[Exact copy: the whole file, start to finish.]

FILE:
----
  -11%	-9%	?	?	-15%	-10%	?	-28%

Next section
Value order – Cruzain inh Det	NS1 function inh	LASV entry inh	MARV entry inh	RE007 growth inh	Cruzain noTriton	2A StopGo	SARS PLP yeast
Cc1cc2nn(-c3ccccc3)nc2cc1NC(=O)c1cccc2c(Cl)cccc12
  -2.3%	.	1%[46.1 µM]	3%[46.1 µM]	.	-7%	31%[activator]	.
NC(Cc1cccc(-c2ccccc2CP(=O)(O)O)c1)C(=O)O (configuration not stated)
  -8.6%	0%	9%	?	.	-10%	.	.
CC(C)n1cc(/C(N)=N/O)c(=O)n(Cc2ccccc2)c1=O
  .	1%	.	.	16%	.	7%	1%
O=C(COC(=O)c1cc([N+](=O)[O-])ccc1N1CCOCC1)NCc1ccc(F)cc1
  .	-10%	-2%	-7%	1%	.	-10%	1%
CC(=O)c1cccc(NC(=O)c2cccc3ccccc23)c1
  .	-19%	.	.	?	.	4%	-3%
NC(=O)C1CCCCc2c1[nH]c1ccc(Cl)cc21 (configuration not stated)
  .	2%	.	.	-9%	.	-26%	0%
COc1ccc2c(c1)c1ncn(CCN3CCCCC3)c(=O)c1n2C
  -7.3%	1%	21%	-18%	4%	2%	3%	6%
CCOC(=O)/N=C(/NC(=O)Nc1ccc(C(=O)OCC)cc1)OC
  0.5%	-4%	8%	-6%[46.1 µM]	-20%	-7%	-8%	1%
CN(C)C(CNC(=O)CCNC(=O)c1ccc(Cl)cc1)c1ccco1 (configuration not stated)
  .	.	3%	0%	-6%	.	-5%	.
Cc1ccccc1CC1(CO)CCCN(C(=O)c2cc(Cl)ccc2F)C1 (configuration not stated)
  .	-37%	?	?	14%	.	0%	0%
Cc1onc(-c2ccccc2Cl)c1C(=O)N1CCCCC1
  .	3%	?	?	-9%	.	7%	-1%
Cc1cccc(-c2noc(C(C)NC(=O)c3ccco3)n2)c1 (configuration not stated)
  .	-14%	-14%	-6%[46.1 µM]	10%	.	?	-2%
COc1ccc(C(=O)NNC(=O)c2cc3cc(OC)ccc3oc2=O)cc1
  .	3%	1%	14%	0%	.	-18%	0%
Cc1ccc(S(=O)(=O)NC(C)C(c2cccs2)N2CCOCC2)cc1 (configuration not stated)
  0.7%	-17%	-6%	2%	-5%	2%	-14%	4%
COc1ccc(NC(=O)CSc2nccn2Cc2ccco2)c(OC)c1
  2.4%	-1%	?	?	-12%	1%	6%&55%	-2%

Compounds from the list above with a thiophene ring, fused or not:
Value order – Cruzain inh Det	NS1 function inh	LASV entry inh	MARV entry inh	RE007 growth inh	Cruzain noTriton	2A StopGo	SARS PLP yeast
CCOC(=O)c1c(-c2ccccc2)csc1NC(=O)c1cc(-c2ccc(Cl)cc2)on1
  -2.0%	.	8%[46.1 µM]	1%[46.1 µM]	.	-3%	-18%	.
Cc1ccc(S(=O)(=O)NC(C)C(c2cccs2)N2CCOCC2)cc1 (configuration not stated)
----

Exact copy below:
  -11%	-9%	?	?	-15%	-10%	?	-28%

Next section
Value order – Cruzain inh Det	NS1 function inh	LASV entry inh	MARV entry inh	RE007 growth inh	Cruzain noTriton	2A StopGo	SARS PLP yeast
Cc1cc2nn(-c3ccccc3)nc2cc1NC(=O)c1cccc2c(Cl)cccc12
  -2.3%	.	1%[46.1 µM]	3%[46.1 µM]	.	-7%	31%[activator]	.
NC(Cc1cccc(-c2ccccc2CP(=O)(O)O)c1)C(=O)O (configuration not stated)
  -8.6%	0%	9%	?	.	-10%	.	.
CC(C)n1cc(/C(N)=N/O)c(=O)n(Cc2ccccc2)c1=O
  .	1%	.	.	16%	.	7%	1%
O=C(COC(=O)c1cc([N+](=O)[O-])ccc1N1CCOCC1)NCc1ccc(F)cc1
  .	-10%	-2%	-7%	1%	.	-10%	1%
CC(=O)c1cccc(NC(=O)c2cccc3ccccc23)c1
  .	-19%	.	.	?	.	4%	-3%
NC(=O)C1CCCCc2c1[nH]c1ccc(Cl)cc21 (configuration not stated)
  .	2%	.	.	-9%	.	-26%	0%
COc1ccc2c(c1)c1ncn(CCN3CCCCC3)c(=O)c1n2C
  -7.3%	1%	21%	-18%	4%	2%	3%	6%
CCOC(=O)/N=C(/NC(=O)Nc1ccc(C(=O)OCC)cc1)OC
  0.5%	-4%	8%	-6%[46.1 µM]	-20%	-7%	-8%	1%
CN(C)C(CNC(=O)CCNC(=O)c1ccc(Cl)cc1)c1ccco1 (configuration not stated)
  .	.	3%	0%	-6%	.	-5%	.
Cc1ccccc1CC1(CO)CCCN(C(=O)c2cc(Cl)ccc2F)C1 (configuration not stated)
  .	-37%	?	?	14%	.	0%	0%
Cc1onc(-c2ccccc2Cl)c1C(=O)N1CCCCC1
  .	3%	?	?	-9%	.	7%	-1%
Cc1cccc(-c2noc(C(C)NC(=O)c3ccco3)n2)c1 (configuration not stated)
  .	-14%	-14%	-6%[46.1 µM]	10%	.	?	-2%
COc1ccc(C(=O)NNC(=O)c2cc3cc(OC)ccc3oc2=O)cc1
  .	3%	1%	14%	0%	.	-18%	0%
Cc1ccc(S(=O)(=O)NC(C)C(c2cccs2)N2CCOCC2)cc1 (configuration not stated)
  0.7%	-17%	-6%	2%	-5%	2%	-14%	4%
COc1ccc(NC(=O)CSc2nccn2Cc2ccco2)c(OC)c1
  2.4%	-1%	?	?	-12%	1%	6%&55%	-2%

Compounds from the list above with a thiophene ring, fused or not:
Value order – Cruzain inh Det	NS1 function inh	LASV entry inh	MARV entry inh	RE007 growth inh	Cruzain noTriton	2A StopGo	SARS PLP yeast
CCOC(=O)c1c(-c2ccccc2)csc1NC(=O)c1cc(-c2ccc(Cl)cc2)on1
  -2.0%	.	8%[46.1 µM]	1%[46.1 µM]	.	-3%	-18%	.
Cc1ccc(S(=O)(=O)NC(C)C(c2cccs2)N2CCOCC2)cc1 (configuration not stated)